what is hep C?
Hepatitis C is a blood-borne virus which most commonly affects the liver.
Hepatitis C is usually spread through blood-to-blood contact, such as sharing unsterilised needles. Intravenous drug use is the most common way to contract the virus and it is estimated that around half of people who inject drugs in England have, at some point, been infected.
Hepatitis C doesn’t have any noticeable symptoms until the liver has been significantly damaged. As a result, a person may have the virus without realising it.
hepatitis C elimination
NHS APA's Hep C U Later programme is a bold and ambitious effort to eliminate Hepatitis C within its members' community services by 2023.
This initiative was formulated with Gilead Sciences in response to NHS England’s innovative procurement of initiatives that aim to eliminate Hepatitis C by 2025.
Gilead and NHS APA's programme has been developed to drive widespread implementation of established best practice pathways across all NHS APA members' services.
The project also aims to support NHS service provider engagement with Operational Delivery Networks (ODNs) in order to treat and cure over 6,000 additional patients and create effective elimination in member services.
This includes using streamlined routes into treatment alongside award-winning peer engagement projects which, in some localities, have led to the micro elimination of Hepatitis C in service caseloads.
"this innovative partnership project will ensure that service users who have contracted hep C are tested, treated and cured quickly and in line with evidenced best practice.”
- Danny Hames, Chair of NHS APA
The programme will build upon these innovations and continue to develop the effective work many NHS drug and alcohol services currently provide, increasing and extending their impact across the many sites NHS APA members work in. Candie Lincoln, Programme Lead, commented:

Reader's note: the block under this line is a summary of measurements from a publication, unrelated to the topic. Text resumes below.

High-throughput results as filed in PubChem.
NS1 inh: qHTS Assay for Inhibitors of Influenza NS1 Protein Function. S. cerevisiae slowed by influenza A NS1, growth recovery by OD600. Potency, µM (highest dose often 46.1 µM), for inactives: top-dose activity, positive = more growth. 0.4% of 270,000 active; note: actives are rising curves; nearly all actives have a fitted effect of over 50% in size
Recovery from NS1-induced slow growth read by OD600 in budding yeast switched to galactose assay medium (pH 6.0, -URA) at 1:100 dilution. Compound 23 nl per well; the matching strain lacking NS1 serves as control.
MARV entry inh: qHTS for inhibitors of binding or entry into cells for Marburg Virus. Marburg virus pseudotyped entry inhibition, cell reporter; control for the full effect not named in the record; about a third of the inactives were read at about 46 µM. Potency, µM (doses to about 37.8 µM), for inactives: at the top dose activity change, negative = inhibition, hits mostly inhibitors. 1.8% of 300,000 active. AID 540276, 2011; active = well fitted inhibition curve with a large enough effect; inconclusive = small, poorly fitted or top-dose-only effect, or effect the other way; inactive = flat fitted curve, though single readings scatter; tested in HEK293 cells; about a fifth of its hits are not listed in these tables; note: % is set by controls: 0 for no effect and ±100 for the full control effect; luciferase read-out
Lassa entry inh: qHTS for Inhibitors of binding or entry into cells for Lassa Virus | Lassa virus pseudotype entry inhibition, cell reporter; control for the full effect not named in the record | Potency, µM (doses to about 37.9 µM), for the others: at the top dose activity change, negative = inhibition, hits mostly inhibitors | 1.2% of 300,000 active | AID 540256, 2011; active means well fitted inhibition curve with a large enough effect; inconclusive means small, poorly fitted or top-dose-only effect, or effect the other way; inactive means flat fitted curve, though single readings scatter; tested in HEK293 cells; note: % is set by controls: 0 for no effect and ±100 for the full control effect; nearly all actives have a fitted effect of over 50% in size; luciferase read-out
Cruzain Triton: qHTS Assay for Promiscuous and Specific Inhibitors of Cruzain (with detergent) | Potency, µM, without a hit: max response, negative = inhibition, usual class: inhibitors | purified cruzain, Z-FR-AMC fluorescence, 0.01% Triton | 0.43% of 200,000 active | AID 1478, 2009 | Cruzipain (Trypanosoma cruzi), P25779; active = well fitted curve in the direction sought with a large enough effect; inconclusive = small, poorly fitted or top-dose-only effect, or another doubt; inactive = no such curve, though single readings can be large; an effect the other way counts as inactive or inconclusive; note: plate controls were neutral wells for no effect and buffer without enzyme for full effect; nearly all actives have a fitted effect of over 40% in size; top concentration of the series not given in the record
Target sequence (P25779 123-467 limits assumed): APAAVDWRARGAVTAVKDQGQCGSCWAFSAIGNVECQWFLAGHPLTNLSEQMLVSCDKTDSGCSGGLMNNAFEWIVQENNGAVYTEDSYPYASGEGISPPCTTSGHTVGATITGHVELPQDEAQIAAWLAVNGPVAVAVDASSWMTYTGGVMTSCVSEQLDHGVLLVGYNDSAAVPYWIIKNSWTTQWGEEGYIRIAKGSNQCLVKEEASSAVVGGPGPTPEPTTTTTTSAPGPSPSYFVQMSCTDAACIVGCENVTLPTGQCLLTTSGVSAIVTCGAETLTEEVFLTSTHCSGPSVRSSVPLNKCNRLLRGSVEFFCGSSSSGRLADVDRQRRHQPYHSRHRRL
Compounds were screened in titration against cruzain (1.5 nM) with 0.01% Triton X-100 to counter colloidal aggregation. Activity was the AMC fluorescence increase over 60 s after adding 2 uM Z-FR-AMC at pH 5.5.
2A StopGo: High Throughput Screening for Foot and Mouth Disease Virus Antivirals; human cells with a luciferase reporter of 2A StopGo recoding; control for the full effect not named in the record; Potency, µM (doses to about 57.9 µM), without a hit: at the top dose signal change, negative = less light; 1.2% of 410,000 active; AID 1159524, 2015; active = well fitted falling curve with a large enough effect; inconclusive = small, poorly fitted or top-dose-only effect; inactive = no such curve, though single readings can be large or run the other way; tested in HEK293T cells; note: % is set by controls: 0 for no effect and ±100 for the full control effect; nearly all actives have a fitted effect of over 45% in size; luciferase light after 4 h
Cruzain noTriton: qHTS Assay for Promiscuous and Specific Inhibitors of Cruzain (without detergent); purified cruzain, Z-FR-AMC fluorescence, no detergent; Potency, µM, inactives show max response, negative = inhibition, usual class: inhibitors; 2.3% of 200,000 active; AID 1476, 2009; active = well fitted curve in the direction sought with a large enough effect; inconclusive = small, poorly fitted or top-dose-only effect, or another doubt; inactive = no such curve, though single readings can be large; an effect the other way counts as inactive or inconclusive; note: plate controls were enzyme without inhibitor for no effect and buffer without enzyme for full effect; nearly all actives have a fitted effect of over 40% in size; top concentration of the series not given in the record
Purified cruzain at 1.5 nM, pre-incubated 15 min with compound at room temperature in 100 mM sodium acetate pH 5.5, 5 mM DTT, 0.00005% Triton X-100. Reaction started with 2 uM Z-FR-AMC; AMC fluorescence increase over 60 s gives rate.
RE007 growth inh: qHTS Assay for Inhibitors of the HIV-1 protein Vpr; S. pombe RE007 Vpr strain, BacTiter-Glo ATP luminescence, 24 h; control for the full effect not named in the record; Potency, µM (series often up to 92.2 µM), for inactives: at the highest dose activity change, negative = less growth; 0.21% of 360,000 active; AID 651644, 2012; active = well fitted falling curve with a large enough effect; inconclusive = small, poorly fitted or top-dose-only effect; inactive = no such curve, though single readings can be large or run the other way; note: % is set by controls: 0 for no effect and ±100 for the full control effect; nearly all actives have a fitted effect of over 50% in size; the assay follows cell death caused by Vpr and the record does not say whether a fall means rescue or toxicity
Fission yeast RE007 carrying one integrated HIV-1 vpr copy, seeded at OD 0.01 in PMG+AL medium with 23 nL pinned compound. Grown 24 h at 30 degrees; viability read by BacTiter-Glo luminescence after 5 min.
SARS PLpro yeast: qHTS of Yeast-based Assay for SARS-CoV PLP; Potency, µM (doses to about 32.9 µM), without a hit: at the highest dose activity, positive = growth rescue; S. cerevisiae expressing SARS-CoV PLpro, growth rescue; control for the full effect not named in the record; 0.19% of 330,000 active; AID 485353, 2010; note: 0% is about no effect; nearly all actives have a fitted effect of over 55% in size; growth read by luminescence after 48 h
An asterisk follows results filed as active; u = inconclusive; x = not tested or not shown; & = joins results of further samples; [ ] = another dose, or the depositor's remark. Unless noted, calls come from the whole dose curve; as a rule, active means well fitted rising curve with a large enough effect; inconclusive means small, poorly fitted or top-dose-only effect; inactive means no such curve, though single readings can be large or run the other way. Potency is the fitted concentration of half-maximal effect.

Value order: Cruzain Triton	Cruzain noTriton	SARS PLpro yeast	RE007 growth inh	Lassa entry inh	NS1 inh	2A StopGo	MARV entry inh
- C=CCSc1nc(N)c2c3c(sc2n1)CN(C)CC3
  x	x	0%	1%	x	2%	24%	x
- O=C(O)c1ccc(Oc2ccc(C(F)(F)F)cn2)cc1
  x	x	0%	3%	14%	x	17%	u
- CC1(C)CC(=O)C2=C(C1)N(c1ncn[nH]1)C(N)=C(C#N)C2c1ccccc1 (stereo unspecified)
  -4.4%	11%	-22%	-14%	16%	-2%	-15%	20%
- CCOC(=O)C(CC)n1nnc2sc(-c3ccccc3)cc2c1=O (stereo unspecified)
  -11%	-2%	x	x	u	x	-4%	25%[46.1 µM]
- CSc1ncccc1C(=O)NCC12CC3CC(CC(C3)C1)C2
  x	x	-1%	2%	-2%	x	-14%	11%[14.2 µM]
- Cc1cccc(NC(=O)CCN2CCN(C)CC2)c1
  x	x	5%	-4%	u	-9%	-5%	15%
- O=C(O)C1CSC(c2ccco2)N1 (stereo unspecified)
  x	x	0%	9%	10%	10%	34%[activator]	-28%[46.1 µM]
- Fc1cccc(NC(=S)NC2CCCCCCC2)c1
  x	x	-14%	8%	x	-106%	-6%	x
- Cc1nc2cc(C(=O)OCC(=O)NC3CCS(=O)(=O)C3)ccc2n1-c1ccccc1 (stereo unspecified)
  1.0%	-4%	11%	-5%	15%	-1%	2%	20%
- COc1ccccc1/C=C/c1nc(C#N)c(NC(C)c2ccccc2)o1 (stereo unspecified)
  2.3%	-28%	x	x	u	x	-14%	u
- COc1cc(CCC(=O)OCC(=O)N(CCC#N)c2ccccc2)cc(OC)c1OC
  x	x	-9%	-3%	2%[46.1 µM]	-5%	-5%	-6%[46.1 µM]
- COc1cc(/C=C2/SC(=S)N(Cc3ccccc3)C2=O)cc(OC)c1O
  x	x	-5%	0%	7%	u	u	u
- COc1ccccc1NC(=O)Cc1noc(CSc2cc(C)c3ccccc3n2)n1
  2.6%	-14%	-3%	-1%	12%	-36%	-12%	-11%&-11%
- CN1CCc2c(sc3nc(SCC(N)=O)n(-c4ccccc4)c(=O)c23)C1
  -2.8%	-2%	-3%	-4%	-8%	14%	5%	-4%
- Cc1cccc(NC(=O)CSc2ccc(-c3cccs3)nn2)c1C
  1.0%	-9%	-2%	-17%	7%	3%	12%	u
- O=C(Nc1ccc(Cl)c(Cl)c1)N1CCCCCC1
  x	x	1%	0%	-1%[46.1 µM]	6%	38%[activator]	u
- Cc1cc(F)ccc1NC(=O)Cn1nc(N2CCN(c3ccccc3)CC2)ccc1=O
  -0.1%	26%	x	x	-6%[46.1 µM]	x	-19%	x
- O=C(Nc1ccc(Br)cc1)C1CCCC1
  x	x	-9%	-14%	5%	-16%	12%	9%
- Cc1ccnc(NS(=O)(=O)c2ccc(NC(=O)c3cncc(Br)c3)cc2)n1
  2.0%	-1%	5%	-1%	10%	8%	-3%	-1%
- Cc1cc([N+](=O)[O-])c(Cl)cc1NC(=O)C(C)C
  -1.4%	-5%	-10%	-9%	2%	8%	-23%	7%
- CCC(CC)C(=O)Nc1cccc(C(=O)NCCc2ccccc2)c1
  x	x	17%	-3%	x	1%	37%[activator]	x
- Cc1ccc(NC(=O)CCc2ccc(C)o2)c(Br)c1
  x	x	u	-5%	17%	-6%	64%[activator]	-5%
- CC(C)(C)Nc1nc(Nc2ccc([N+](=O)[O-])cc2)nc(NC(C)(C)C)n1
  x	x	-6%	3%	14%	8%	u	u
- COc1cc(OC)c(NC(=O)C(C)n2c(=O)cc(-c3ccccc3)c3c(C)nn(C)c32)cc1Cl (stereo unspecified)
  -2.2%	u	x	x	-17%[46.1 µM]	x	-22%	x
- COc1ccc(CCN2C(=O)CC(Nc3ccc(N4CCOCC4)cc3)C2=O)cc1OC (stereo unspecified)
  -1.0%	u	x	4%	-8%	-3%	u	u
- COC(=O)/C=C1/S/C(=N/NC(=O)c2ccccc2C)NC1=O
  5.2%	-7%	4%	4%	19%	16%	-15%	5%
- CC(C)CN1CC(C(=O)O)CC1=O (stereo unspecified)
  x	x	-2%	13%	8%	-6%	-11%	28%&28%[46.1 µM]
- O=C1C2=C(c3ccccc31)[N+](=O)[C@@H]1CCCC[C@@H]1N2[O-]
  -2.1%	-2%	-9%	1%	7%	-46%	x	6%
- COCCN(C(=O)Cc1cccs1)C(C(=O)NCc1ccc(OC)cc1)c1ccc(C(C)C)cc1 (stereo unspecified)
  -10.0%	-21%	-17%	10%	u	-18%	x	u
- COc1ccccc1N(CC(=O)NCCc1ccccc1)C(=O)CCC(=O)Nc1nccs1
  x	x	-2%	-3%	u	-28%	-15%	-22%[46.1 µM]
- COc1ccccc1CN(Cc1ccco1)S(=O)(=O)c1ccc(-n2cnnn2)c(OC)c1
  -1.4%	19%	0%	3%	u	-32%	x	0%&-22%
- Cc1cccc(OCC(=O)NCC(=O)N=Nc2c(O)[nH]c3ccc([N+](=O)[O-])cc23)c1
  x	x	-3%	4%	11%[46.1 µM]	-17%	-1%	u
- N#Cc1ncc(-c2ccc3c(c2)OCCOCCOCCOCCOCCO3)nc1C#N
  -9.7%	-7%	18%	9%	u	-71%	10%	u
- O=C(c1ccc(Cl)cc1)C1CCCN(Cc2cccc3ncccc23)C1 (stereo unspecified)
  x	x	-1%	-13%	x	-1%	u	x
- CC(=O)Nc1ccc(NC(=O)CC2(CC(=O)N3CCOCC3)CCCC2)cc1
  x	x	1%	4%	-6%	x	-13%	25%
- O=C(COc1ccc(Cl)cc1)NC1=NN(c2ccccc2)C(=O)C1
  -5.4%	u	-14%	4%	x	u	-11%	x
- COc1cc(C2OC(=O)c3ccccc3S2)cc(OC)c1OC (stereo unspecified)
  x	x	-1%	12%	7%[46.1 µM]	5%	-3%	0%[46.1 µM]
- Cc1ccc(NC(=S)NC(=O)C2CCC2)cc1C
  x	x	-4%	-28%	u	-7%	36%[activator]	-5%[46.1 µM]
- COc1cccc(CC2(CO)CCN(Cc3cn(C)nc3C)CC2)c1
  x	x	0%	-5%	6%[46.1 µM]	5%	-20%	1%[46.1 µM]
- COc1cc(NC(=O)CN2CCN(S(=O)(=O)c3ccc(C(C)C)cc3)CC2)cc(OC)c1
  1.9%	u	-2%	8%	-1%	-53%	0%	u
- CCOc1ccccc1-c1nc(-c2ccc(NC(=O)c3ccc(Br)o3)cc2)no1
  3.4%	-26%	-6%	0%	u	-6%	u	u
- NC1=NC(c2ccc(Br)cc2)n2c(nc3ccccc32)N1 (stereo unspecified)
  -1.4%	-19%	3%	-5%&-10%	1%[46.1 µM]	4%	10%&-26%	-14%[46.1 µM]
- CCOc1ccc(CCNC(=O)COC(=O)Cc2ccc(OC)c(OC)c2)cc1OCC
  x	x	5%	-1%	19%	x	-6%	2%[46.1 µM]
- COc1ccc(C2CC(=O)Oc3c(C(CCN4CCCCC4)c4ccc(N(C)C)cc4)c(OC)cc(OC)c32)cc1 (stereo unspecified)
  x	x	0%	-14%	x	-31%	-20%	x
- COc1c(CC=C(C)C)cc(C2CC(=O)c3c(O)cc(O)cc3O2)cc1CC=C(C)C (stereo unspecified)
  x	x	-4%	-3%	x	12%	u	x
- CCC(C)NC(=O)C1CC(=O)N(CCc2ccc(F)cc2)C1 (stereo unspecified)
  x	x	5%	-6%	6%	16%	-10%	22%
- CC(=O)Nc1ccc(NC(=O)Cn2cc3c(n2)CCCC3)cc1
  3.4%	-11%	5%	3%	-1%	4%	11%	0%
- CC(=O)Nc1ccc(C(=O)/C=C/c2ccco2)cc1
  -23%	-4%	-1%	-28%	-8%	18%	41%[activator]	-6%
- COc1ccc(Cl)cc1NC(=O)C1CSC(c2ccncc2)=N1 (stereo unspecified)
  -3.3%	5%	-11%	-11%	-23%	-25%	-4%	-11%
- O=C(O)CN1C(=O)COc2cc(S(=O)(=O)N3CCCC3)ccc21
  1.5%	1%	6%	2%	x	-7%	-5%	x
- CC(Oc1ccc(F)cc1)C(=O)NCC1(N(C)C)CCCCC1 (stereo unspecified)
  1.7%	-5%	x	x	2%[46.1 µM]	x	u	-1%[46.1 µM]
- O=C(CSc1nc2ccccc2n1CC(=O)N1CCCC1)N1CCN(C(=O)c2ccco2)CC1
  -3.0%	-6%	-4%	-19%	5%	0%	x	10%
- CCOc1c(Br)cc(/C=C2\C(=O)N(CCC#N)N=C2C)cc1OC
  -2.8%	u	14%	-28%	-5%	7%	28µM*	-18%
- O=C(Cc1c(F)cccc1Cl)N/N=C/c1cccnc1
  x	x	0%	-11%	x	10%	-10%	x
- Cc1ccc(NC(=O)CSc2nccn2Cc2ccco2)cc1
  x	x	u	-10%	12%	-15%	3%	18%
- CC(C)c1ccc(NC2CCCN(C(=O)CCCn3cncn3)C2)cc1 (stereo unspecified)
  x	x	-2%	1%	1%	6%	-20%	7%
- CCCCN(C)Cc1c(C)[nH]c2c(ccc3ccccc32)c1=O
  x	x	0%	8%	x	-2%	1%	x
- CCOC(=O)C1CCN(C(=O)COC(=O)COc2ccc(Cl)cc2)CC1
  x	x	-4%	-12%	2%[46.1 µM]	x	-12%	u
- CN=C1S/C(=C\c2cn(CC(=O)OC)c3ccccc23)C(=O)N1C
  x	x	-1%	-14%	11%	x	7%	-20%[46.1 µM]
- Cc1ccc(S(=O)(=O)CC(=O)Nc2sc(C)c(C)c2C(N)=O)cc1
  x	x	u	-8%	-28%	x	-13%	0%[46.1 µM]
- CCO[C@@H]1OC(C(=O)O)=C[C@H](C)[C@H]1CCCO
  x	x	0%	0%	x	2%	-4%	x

“This highlights how NHS trusts collaborating and working in partnership with organisations from other sectors can amplify the impact NHS services can have on the health and wellbeing of those service users it treats and supports to improve their lives”.
“If left untreated, the Hepatitis C virus can cause serious and potentially life-threatening damage to the liver and may also have adverse effects on the digestive system, lymphatic system, immune system and brain,” said Danny Hames, Chair of NHS APA. “Building on the local Hepatitis C elimination programmes our Members have piloted in their individual services, we are thrilled to be working with NHS England and Gilead on this innovative partnership project which will ensure that service users who have contracted Hep C are tested, treated and cured quickly and in line with evidenced best practice.”
“This highlights how NHS trusts, collaborating and working in partnership with organisations from other sectors, can amplify the impact NHS services can have on the health and wellbeing of those service users it treats and supports to improve their lives”
- Candie Lincoln, NHS APA Programme Lead
Hilary Hutton-Squire, General Manager, Vice President UK & Ireland at Gilead commented:
“We are absolutely delighted to be partnering with NHS APA, which will ultimately allow the elimination of Hepatitis C throughout the network by 2023. It is critical to work to improve the care pathway of identification, diagnosis and potentially treatment for several thousands of patients and we are looking forward to reaching this ambition together with NHS SMPA in the coming years.’
In addition to partnering with Gilead on the programme, NHS APA is also working closely with CCGs, Local Authorities and other local and regional organisations and stakeholders. NHS APA aims to ensure that messaging is disseminated to high-risk groups as effectively as possible as well as enabling existing services and the new Hep C programme to work together to provide holistic, high quality care to all service users.